Washington 8-Year-Old Sells Enough Handmade Key Chains to Help 7 Schools Clear Students' Lunch Debts

Keoni Ching, a little boy from Washington state, did his part to eliminate his school's outstanding lunch debt by selling handmade keychains. The amount he collected will help seven schools in total.  

Keoni Ching might be merely 8-years-old, but he has the biggest heart. The little one has proven that kindness can change the world by his small gesture of love that has melted the hearts of many. 

With the help of his parents and his grandparents, Ching has made over 300 key chains worth $5 each. By selling those, he raised $4,015 to clear the lunch debt of students from his school, Benjamin Franklin Elementary. 

Keoni Ching hands out the check worth $4015 to his school to clear the lunch debt. | Source: YouTube/CBS 17

Keoni Ching hands out the check worth $4015 to his school to clear the lunch debt. | Source: YouTube/CBS 17

 A SELFLESS ACT

"CNN" reported that Ching, who only wanted to help his school friends, started making keychains because he loves them and likes the way they look on his backpack.

Since he wanted to do something worthwhile for "Kindness Week" at Benjamin Franklin Elementary, Ching conceived the idea of starting the project to help his school along with six other schools. 

His parents, Barry and April Ching, helped him to get the project started. Ching was inspired by the kindness of Richard Sherman, a San Francisco 49ers player, who donated over $27000 to clear students' lunch debts. 

Soon enough, the news of Ching's selfless cause started to spread and people from all around the country took notice. They started to send their requests for custom keychains. 

PEOPLE TOOK NOTICE

In an interview with "CNN," Ching's mother April shared how people started reaching out to them for keychains. According to her, they have sent keychains to Rhode Island, Arizona, Alaska, and Minnesota to name a few states.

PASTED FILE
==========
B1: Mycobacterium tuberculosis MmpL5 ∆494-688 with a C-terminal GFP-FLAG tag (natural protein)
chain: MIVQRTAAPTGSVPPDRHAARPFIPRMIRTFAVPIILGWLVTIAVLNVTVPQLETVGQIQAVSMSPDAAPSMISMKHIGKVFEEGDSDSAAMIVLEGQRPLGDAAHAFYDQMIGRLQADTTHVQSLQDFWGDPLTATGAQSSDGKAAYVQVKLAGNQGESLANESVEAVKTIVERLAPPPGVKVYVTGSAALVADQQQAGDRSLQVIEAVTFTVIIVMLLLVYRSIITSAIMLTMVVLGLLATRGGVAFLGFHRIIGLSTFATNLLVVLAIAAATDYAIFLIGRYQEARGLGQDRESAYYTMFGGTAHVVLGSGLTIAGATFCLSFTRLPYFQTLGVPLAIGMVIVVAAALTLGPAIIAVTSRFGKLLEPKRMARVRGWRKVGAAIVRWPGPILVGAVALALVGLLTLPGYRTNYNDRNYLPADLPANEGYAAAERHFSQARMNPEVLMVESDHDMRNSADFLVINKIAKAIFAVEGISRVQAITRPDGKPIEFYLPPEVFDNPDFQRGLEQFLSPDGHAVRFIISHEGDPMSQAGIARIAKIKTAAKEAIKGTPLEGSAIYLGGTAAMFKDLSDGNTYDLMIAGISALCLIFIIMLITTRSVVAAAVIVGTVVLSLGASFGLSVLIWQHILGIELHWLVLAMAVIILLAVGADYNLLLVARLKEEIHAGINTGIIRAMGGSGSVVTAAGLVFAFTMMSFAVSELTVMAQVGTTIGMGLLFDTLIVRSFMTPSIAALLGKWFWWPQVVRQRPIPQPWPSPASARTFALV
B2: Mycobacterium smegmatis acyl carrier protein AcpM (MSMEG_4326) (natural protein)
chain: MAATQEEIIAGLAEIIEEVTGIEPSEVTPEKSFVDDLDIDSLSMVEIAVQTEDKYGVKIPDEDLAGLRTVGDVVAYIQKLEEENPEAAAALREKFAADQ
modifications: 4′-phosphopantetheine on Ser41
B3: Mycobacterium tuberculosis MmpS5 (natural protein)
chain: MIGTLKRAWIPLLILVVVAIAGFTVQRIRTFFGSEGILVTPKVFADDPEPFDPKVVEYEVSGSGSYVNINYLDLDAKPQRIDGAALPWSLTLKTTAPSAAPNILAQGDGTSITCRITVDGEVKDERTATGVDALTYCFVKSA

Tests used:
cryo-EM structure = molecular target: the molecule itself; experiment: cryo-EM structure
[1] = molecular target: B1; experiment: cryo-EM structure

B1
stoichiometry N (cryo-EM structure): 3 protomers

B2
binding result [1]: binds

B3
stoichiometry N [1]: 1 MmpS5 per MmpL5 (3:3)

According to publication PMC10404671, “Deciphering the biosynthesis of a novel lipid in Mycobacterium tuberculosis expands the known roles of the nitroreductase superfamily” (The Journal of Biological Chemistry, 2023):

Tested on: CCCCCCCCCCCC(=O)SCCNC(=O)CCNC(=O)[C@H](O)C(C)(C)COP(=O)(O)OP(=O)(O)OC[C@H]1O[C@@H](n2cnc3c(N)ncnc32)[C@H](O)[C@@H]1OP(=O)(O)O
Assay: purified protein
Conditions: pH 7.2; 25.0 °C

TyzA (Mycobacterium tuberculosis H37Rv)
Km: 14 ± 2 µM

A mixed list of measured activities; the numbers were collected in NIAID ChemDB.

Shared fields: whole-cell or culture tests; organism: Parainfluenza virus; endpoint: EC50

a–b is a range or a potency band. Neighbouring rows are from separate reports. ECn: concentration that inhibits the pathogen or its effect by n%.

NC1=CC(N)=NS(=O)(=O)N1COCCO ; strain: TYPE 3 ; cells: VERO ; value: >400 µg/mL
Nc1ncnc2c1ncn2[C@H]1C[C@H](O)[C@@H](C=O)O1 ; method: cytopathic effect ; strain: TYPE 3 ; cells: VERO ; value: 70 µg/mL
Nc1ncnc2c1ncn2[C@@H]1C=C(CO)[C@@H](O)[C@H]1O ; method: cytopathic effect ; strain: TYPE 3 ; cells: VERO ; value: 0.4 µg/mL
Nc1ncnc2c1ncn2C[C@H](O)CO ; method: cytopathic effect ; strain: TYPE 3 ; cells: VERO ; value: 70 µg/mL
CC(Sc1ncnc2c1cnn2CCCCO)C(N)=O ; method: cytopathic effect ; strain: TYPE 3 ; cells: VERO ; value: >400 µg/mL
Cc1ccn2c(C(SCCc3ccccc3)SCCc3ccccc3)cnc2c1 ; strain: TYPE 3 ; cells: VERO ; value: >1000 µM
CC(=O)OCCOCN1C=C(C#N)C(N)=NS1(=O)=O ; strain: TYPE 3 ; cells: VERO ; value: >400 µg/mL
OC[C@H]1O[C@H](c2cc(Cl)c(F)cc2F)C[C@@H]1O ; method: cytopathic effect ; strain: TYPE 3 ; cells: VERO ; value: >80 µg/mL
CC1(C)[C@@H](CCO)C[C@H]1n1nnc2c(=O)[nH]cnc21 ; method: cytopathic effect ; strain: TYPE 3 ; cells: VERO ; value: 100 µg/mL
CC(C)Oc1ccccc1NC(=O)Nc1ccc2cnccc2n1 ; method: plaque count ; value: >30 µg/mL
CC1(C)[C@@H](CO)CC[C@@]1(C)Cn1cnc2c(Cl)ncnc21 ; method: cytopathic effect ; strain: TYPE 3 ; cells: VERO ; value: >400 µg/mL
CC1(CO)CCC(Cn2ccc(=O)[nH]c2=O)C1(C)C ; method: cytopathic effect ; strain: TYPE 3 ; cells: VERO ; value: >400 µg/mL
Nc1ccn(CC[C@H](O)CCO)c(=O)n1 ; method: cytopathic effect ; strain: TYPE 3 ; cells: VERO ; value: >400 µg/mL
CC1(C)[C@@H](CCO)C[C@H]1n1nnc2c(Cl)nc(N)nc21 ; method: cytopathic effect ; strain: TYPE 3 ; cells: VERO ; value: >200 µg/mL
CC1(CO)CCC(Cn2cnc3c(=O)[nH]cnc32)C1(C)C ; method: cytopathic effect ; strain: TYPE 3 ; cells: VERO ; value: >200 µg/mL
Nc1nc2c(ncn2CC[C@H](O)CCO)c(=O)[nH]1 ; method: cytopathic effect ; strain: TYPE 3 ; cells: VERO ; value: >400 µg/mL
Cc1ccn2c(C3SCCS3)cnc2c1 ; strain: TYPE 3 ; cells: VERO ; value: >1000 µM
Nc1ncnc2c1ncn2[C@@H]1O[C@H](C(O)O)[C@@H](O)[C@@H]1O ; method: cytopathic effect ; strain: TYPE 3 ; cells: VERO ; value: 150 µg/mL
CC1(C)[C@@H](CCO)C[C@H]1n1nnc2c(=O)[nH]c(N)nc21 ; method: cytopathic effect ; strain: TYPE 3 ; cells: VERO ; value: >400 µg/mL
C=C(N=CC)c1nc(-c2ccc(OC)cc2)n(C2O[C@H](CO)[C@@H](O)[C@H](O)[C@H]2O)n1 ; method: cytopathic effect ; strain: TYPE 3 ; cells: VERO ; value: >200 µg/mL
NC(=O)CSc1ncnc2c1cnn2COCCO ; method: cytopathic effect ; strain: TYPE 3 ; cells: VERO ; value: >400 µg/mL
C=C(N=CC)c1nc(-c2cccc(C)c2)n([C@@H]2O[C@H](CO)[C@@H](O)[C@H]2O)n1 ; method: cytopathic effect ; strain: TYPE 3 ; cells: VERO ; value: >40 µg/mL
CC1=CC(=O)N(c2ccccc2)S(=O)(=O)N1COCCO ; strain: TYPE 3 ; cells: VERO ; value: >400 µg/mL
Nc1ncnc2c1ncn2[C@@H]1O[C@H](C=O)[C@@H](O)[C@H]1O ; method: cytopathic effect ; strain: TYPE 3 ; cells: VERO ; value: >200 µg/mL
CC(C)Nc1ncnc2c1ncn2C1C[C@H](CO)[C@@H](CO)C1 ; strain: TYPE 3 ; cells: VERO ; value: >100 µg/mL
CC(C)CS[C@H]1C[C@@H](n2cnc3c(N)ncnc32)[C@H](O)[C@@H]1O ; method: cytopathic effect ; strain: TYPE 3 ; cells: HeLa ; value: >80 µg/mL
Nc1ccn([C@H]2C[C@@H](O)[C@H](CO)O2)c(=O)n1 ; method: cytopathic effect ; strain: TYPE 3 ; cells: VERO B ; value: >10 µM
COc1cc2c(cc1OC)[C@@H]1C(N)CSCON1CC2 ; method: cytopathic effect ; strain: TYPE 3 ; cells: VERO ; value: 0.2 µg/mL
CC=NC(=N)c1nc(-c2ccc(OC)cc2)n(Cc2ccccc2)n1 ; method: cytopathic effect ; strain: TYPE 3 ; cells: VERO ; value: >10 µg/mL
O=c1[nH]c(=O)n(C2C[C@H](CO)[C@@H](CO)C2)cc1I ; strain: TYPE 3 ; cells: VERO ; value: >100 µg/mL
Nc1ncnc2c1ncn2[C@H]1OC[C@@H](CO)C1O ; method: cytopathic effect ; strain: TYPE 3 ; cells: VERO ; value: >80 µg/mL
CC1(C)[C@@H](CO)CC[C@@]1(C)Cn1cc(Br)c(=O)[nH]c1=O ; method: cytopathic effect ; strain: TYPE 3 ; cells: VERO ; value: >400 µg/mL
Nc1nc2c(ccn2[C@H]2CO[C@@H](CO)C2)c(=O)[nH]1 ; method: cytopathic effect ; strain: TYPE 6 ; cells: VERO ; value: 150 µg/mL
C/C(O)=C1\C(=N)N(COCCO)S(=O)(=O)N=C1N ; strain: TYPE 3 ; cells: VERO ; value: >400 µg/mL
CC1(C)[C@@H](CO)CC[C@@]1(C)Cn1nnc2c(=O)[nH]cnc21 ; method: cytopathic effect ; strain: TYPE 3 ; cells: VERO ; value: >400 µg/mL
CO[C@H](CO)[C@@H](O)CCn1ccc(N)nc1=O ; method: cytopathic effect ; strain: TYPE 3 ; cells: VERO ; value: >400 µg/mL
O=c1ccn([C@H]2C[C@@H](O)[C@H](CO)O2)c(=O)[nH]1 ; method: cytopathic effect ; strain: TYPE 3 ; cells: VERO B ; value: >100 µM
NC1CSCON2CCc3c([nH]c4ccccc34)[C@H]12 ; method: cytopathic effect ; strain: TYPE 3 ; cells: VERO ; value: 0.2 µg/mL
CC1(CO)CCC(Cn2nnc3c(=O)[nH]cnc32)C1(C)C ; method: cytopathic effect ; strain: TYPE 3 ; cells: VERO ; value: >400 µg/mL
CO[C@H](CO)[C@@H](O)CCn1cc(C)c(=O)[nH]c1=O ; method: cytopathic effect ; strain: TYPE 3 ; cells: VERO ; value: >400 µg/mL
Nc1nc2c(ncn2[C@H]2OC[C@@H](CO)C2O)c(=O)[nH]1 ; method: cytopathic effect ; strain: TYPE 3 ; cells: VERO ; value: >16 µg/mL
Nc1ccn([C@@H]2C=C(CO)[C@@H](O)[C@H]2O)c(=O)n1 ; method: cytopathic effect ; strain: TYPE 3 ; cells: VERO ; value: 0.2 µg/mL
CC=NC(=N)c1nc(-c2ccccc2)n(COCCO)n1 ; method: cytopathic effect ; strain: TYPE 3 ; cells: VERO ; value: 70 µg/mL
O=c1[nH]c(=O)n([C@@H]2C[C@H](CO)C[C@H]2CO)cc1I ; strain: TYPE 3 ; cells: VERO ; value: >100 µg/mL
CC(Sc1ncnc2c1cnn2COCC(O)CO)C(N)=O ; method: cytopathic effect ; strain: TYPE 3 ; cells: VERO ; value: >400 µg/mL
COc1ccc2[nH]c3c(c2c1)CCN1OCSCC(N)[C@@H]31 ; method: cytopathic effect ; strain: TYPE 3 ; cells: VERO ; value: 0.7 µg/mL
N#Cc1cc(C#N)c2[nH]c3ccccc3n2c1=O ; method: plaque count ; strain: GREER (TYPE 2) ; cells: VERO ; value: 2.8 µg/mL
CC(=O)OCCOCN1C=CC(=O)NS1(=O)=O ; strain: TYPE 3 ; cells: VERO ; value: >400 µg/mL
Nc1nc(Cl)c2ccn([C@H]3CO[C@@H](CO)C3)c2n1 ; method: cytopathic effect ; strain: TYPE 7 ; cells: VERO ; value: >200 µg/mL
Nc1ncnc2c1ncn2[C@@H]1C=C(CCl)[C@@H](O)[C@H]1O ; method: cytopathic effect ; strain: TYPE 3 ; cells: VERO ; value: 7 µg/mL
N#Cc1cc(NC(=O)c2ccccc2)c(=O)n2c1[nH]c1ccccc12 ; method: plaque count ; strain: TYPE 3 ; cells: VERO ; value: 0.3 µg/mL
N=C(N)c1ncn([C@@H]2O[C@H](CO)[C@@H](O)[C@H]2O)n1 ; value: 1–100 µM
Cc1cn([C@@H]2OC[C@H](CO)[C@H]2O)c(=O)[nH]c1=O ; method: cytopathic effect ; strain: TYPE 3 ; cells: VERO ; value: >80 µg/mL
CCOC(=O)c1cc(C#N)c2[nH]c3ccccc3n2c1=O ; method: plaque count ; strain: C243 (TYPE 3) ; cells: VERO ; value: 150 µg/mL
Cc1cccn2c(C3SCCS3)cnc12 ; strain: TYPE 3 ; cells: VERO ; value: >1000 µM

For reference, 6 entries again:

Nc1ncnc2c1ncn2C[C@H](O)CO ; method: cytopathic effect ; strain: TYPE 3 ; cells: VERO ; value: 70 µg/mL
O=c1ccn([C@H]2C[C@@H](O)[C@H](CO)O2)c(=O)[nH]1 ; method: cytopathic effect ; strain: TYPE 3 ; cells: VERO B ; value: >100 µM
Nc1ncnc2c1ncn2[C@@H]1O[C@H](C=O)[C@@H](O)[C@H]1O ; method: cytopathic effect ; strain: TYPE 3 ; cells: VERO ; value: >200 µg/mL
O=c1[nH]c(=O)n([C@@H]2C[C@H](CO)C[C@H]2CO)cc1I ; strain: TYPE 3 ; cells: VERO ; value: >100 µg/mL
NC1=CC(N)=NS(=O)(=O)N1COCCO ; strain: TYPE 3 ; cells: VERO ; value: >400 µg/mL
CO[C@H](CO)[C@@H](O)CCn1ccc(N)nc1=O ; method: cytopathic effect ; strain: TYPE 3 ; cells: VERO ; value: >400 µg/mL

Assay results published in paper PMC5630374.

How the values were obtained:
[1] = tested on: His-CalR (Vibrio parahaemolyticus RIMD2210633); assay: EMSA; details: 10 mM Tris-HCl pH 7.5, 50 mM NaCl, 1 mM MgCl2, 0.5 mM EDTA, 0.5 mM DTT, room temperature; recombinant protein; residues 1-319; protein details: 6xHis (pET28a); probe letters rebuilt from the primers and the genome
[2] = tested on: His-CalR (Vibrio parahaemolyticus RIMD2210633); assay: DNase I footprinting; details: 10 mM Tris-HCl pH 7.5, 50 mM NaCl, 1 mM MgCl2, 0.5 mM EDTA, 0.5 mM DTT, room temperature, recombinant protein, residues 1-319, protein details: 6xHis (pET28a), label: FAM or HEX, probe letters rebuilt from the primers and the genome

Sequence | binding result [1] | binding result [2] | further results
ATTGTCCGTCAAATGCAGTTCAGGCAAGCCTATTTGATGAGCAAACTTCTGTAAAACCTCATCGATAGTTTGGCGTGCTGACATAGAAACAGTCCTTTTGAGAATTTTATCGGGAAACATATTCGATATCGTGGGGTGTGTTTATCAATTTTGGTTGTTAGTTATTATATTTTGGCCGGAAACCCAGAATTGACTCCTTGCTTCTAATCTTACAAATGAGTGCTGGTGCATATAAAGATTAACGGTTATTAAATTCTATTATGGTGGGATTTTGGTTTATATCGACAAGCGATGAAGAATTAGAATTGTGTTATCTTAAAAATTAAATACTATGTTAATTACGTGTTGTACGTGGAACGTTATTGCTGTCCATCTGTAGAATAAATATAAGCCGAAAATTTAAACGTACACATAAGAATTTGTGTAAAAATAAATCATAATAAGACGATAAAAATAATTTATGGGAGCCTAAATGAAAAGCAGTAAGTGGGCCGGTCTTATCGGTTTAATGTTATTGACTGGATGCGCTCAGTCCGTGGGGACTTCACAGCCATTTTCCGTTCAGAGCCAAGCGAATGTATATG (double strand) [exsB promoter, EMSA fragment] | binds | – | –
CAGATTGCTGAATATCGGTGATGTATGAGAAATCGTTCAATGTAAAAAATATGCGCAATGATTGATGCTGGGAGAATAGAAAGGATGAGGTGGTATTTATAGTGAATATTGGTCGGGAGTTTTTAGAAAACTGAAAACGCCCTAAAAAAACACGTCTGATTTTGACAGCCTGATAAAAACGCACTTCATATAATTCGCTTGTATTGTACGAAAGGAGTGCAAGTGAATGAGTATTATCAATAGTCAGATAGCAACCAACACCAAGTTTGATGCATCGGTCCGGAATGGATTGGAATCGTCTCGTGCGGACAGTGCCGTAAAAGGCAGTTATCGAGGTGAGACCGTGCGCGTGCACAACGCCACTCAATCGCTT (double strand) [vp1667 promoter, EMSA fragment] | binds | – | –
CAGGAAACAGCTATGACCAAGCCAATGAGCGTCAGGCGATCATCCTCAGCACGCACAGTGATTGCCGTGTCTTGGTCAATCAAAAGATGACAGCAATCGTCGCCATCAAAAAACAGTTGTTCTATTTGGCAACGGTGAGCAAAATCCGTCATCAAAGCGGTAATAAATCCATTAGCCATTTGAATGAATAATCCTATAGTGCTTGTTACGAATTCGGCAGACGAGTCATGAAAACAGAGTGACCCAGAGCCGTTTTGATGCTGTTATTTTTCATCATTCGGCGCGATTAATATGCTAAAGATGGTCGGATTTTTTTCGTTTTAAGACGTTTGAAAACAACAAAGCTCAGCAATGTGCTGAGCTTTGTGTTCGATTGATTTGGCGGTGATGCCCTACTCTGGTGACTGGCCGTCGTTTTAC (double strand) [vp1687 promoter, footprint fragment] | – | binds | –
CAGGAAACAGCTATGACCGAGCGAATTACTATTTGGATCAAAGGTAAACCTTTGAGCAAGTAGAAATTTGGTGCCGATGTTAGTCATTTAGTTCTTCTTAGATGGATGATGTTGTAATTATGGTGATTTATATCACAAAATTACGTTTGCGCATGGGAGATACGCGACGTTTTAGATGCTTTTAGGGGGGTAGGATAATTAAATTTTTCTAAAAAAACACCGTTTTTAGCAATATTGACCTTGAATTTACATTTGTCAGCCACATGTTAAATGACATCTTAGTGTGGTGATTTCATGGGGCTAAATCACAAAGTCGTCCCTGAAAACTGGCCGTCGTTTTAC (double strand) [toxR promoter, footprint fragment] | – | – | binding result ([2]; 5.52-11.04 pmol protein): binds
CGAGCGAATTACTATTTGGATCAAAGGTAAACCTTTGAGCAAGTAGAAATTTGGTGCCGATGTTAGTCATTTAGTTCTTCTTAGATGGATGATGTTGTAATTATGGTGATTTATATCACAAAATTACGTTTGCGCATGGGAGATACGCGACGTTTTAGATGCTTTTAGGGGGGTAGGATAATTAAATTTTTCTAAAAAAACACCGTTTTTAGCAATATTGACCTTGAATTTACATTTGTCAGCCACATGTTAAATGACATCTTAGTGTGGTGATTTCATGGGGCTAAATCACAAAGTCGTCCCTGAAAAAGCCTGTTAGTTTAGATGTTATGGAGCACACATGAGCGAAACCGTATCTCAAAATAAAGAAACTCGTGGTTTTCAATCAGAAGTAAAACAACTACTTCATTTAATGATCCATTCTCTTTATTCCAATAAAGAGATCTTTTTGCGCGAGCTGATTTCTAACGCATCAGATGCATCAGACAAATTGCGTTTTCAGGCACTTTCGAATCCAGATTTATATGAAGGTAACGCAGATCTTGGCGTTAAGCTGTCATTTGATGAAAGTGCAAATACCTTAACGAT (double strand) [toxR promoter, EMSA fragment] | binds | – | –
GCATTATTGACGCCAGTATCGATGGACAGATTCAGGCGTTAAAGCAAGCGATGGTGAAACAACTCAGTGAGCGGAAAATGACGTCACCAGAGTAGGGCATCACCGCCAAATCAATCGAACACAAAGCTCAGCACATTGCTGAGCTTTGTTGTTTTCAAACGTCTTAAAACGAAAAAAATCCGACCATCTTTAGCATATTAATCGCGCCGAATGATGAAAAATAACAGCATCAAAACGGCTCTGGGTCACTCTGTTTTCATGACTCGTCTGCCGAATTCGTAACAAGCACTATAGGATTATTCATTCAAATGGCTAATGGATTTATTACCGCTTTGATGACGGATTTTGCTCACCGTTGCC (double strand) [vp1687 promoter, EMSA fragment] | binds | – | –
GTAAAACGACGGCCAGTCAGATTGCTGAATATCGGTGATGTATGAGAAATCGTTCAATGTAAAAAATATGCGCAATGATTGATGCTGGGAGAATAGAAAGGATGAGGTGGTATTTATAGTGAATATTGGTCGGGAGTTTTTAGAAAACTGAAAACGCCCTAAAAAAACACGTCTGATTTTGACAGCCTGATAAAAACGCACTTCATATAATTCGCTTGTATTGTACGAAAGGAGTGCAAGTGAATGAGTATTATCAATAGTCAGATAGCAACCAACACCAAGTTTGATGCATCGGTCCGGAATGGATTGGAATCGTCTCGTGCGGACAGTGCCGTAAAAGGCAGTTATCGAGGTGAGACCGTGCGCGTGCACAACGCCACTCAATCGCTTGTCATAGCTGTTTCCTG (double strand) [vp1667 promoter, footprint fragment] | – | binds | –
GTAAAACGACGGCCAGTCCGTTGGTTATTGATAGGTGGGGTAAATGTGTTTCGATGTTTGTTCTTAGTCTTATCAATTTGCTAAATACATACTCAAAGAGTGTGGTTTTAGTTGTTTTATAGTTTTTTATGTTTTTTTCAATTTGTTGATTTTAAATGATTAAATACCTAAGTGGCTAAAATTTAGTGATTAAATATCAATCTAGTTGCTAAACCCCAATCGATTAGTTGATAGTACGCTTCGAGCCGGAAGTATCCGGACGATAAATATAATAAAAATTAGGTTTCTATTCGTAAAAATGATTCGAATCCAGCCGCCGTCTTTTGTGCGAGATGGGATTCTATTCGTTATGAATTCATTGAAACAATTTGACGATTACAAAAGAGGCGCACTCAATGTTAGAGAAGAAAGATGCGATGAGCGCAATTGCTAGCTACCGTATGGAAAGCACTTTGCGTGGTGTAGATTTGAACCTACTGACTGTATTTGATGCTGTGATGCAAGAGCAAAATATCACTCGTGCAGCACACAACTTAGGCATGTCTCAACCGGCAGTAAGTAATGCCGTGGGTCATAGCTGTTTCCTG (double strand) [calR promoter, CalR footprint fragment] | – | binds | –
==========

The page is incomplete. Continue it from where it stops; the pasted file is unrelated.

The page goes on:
"It was absolutely amazing how much support the community showed for his whole project."

April also shared that there was a lady who wanted keychains worth $100 so that she could hand them out to people. Similarly, there were several people who bought one keychain and paid a hundred bucks for it. 

Last week, Ching handed out the $4,015 to his school. The school will use $1000 to pay off the $500 lunch debt and save $500 for any future debt incurred. 

HE ISN'T THE ONLY ONE

As for the rest of the sum, six nearby schools will get $500 each to clear out their own lunch debts. According to Franklin Elementary's Principal Woody Howard, this type of contribution take a little weight off the shoulders of students' families who cannot pay for lunches. 

Ching isn't the only young student who has made such a kind and selfless gesture to help fellow students. Previously, a 9-year-old student named Ryan Kyote used his saved allowance of $74.80 to pay off the school lunch debt

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